Yalies may feel loss of Byrd funds

A federal merit-based scholarship program that many Yale students use to help fund their four years of university study may be eliminated under President Bush’s 2006 fiscal year budget.

The Byrd Honors Scholarship Program, established by West Virginia Sen. Robert Byrd, provides high-achieving students with $1,500 annually for the four years of college. The proposed elimination of the program, which awarded $40.6 million in scholarships to some 27,000 students nationwide this year, has left some students worried about how they are going compensate for the loss in funding.

A significant number of Yale students receive the scholarship because it is merit-based, said Yale Director of Financial Aid Myra Smith, who declined to provide the specific number of Byrd scholars at the University. The scholarship is awarded based on students’ high school grade point averages and standardized test scores, meaning its elimination would likely have a disproportionate effect on students attending the nation’s top public and private universities.

In addition to the elimination of the Byrd program, Bush has proposed cutting some of the funds allocated to 64 existing education programs and using those funds to finance new education initiatives. Notably, he has planned a 45 percent increase, a total of about $19 billion, in funding for Pell Grants, which provides grant money to help low- and middle-income students pay for university study.

Students at Yale who use the scholarships say that, although the program’s funds cover a relatively small portion of Yale’s tuition, the program’s elimination is not consistent with Bush’s stated support for education.

“Fifteen-hundred dollars compared to $36,000 is not a huge amount, but it’s still $1,500,” said Jonathan Sherman-Presser ’06, a Byrd scholar. “I don’t think it is going to change things for me, but there are probably people who need that money more than I do.”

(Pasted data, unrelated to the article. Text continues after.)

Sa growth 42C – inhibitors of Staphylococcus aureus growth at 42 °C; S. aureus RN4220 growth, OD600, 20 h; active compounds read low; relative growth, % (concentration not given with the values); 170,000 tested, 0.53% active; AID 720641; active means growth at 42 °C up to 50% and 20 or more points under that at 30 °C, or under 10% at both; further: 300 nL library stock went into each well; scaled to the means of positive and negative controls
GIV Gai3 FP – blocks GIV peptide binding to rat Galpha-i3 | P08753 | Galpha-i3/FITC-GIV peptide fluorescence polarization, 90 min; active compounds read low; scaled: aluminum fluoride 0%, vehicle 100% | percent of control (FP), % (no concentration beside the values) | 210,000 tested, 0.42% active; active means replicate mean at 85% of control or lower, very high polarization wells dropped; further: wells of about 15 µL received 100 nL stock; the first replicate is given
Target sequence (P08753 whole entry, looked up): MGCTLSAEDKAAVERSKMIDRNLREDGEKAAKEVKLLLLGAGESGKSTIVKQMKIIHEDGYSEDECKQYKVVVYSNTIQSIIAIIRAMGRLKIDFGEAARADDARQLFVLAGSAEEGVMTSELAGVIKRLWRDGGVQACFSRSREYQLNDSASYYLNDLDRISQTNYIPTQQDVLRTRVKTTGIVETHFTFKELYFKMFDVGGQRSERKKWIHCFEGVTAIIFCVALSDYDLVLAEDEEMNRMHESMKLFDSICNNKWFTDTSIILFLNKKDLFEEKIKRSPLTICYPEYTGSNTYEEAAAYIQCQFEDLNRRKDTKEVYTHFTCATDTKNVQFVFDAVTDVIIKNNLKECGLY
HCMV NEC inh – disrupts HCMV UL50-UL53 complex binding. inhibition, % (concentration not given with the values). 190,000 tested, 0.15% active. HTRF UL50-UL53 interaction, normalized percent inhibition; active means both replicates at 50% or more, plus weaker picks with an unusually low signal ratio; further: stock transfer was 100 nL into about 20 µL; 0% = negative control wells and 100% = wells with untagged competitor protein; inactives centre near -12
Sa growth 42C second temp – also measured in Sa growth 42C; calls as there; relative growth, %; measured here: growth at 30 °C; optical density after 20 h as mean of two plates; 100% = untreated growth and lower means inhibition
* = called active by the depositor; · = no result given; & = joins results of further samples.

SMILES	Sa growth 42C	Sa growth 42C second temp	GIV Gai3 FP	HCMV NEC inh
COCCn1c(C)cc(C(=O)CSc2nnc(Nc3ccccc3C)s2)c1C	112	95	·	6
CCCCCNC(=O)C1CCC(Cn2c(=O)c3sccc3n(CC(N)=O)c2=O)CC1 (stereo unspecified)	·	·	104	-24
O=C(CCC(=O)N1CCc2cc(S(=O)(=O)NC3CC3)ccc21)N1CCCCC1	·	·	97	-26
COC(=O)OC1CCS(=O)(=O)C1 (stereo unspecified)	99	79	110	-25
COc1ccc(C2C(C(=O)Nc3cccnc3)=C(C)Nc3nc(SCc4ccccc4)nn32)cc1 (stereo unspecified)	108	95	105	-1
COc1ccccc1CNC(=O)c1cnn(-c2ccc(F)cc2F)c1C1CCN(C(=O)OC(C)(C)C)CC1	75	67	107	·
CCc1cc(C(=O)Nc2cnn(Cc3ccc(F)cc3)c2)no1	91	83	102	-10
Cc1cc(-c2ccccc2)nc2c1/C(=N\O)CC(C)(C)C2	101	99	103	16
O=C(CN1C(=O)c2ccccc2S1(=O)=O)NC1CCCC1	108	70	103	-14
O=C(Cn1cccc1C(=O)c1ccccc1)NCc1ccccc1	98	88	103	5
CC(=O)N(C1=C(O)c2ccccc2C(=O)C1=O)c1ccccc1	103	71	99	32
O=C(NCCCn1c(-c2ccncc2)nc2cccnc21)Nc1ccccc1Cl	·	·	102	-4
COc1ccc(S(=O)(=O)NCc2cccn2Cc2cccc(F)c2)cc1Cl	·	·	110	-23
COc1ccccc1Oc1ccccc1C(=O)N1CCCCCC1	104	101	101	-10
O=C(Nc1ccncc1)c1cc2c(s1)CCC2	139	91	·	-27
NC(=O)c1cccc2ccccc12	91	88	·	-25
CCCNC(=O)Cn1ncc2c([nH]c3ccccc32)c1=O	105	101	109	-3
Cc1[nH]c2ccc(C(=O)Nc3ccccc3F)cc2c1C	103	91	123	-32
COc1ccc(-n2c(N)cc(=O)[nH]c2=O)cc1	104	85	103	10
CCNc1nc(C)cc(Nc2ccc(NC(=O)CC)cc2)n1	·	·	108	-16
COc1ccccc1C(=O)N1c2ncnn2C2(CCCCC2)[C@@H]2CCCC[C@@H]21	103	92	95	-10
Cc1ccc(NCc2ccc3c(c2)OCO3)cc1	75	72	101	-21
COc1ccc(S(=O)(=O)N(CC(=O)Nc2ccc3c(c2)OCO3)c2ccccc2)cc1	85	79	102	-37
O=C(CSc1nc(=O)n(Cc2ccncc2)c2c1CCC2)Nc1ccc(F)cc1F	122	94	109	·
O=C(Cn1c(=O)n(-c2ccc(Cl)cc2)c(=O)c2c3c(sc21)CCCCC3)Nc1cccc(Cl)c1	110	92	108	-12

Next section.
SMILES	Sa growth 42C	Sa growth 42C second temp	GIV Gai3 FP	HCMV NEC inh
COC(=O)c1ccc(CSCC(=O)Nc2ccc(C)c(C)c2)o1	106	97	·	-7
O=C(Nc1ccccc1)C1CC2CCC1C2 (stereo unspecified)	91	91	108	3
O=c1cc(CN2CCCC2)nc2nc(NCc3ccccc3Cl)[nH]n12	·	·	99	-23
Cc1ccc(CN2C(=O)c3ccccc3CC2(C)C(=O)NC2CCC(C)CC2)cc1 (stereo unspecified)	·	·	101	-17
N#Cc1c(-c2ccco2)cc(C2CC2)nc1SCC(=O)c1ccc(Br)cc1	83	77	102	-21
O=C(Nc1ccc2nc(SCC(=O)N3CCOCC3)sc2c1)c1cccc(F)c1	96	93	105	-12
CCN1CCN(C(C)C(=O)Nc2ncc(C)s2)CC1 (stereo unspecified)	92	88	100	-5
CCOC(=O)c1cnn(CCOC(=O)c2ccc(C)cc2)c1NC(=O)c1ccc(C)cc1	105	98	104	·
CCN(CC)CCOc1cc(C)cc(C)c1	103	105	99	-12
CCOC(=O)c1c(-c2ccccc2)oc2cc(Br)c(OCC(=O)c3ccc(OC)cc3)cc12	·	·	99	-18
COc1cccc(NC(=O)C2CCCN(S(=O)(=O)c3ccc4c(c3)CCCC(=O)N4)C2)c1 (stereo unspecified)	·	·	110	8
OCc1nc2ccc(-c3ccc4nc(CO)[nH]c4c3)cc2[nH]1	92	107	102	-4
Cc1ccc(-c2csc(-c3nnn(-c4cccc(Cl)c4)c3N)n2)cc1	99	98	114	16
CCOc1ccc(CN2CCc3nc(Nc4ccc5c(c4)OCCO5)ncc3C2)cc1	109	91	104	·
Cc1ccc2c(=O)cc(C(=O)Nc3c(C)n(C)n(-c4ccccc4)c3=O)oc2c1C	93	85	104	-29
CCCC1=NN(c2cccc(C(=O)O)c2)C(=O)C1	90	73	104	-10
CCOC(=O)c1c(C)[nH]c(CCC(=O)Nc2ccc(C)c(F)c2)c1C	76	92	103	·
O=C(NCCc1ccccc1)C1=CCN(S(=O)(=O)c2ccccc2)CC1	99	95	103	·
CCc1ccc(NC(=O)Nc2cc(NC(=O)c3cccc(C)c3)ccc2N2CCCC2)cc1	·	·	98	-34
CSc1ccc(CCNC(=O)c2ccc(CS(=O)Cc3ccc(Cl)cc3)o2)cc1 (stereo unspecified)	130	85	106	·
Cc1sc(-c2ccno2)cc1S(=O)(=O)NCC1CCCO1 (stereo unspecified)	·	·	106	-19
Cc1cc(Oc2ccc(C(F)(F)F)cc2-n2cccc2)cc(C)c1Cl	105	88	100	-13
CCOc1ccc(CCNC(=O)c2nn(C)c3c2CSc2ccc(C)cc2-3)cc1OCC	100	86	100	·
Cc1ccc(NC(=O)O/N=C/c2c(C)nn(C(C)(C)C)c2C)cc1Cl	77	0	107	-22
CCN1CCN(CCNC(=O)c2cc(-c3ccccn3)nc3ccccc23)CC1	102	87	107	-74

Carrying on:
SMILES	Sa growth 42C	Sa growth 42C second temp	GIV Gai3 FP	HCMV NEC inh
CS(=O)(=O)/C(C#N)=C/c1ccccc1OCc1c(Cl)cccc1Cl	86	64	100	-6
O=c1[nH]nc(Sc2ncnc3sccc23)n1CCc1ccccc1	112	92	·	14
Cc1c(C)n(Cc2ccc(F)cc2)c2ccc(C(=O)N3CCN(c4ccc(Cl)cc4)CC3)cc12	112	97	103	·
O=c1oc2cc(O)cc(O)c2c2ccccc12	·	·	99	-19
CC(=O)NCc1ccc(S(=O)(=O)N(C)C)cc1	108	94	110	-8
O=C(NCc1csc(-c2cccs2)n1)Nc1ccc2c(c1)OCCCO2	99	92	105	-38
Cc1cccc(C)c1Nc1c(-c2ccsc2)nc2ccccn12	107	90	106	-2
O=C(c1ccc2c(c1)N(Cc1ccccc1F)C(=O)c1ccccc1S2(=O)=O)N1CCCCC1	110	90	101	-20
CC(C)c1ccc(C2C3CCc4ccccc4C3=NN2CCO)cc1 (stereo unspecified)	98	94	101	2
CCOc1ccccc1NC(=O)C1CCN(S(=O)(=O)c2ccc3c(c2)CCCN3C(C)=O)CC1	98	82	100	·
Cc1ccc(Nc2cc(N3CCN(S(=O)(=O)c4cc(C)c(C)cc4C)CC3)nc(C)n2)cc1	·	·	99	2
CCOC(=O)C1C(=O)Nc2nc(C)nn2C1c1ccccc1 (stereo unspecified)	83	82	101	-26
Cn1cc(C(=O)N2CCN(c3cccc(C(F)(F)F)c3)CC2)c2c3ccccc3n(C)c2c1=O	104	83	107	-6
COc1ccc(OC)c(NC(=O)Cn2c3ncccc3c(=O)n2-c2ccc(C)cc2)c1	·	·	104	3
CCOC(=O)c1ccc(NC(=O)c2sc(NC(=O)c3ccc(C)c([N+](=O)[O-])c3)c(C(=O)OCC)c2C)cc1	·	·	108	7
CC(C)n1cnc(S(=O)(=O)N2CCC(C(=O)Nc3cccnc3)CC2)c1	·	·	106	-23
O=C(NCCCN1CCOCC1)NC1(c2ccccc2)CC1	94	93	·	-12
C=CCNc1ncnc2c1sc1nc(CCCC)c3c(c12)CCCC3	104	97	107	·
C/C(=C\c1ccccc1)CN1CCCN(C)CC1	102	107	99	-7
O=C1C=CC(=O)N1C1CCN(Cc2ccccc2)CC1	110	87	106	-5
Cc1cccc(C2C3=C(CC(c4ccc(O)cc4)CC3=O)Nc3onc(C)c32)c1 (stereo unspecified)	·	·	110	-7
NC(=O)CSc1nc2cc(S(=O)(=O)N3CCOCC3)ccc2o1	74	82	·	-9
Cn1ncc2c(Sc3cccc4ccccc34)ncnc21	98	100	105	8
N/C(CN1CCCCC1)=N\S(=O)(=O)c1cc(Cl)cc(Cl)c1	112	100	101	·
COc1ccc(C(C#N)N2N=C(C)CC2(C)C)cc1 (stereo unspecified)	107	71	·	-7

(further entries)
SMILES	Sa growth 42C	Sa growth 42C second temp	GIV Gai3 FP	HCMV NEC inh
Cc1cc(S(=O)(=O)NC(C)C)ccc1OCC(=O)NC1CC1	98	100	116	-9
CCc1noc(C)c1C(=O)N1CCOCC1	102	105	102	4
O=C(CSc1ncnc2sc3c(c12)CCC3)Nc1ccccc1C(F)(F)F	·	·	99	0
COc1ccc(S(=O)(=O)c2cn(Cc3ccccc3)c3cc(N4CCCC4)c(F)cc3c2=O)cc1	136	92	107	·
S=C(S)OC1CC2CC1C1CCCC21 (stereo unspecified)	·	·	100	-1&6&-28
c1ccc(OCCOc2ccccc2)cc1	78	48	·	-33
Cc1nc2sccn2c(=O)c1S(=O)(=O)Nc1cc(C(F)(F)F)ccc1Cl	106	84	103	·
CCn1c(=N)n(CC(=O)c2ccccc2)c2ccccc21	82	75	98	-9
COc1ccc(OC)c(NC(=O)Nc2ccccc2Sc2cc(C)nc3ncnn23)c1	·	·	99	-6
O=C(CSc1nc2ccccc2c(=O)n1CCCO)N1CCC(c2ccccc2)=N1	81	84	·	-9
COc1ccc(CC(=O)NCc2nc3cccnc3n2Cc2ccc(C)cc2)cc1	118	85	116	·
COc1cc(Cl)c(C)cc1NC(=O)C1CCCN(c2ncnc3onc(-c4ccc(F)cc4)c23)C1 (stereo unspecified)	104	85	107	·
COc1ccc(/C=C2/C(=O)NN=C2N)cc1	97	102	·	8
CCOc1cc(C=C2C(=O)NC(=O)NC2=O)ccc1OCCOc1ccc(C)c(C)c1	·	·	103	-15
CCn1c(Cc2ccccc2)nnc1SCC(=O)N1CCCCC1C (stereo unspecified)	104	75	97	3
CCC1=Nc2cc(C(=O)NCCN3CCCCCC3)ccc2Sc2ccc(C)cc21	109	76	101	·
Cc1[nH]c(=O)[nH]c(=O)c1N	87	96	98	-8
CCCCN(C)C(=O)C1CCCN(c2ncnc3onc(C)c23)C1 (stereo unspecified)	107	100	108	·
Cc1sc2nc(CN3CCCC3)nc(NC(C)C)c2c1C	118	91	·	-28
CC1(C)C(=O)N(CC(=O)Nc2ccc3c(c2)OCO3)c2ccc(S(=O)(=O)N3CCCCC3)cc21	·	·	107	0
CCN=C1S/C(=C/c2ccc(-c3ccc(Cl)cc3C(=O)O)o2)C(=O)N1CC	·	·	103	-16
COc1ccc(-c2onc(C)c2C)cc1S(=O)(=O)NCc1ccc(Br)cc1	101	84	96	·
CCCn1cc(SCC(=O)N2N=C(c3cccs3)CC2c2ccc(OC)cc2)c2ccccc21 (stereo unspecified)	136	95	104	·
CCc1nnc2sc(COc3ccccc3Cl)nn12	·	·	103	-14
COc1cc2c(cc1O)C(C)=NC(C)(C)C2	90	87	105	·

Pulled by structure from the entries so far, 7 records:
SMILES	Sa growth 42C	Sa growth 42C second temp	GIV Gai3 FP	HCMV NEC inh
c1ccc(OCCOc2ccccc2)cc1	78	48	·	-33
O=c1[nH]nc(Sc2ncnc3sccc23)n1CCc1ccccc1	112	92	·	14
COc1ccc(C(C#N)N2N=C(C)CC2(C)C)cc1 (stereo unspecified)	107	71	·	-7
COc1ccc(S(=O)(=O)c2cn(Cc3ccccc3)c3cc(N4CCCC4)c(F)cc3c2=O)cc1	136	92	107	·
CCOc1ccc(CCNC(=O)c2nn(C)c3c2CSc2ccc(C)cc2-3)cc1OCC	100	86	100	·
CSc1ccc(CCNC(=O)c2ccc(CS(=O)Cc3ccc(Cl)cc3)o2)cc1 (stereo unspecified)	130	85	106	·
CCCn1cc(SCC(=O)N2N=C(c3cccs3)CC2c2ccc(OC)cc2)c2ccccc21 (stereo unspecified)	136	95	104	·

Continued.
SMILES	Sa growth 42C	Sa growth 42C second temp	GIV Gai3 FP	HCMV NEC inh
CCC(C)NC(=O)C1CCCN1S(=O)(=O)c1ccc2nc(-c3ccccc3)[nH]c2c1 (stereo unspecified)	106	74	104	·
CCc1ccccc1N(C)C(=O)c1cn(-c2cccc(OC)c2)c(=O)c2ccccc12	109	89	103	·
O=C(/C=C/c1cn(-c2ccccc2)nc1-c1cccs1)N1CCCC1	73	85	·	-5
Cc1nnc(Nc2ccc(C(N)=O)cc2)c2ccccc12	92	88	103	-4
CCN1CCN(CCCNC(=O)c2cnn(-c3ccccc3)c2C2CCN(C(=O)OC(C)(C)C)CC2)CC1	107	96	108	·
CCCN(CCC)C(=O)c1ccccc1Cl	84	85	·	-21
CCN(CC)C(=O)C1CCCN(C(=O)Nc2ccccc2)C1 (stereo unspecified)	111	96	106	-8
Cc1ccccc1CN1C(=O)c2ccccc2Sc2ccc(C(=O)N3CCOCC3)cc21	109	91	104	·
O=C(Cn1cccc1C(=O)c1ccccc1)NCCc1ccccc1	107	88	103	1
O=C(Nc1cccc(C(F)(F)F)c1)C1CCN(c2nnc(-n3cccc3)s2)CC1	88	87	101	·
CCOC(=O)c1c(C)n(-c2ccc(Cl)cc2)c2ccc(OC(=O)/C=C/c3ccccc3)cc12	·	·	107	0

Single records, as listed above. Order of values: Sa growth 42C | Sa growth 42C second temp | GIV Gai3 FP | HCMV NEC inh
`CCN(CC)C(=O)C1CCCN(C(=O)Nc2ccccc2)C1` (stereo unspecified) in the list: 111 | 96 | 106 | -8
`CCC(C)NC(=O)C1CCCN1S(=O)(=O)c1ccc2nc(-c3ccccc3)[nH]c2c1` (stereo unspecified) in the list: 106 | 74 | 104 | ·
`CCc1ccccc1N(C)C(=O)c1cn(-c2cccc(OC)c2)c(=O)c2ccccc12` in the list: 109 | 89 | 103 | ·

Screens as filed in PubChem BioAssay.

Smith said the money provided by the Byrd scholarship is used to fund the self-help portion of a student’s financial aid award.

“If the student is eligible for need-based financial aid, they would still be able to access the self-help portion of their award, but it means they would either have to work or borrow rather than have this scholarship,” Smith said.

Smith said she is not yet sure how likely it is that the proposal, still in its preliminary stages, will succeed.

Patrick Ward ’08, a recipient of a Byrd Scholarship, said the $1,500 award helps him pay the student contribution portion of his financial aid award. If the program is eliminated, he said he likely will have to take a job or a loan to make up the difference.

“I had a lot of first-year scholarships, but in terms of four-year scholarships very few are like that,” said Ward, a staff reporter for the Yale Daily News. “If they were to cut it that could certainly change my status. I will definitely have to work or take loans or come up with the money from somewhere.”

Justifying the elimination of the program’s funding, the U.S. Department of Education said in a recently released report that the Byrd program duplicates the efforts of other existing programs which provide assistance for higher education. Moreover, the report said, the Byrd program has not produced measurable results.

But supporters of the program said they doubt the Bush Administration’s justifications for the proposed elimination of the program and said the program, which Byrd established in 1985, has been a success.

“That’s probably the most confounding aspect of the entire budget,” said Byrd’s Senate spokesman Tom Gavin. “There’s very little doubt considering the record of success that these students have shown. It is certainly recognizing and applauding achieving in the classroom.”

Byrd, who was first elected to the Senate in 1958, has been an outspoken opponent of some of President Bush’s policies, including the president’s handling of the war in Iraq.

Ward said the Byrd Scholarship is especially valuable because, unlike many state or private scholarships, does not dictate in what state a student must attend school, nor what subject the recipient must study.

“It’s a stupid decision in terms of cutting funding for students to attend college, especially when that’s taken into account with cutting funding for other federal loans and grants to low-income students,” Ward said. “It’s certainly not getting any easier for students and their families to pay for college.”

Congress is currently debating the budget and is expected to vote on it in coming weeks.

Comments

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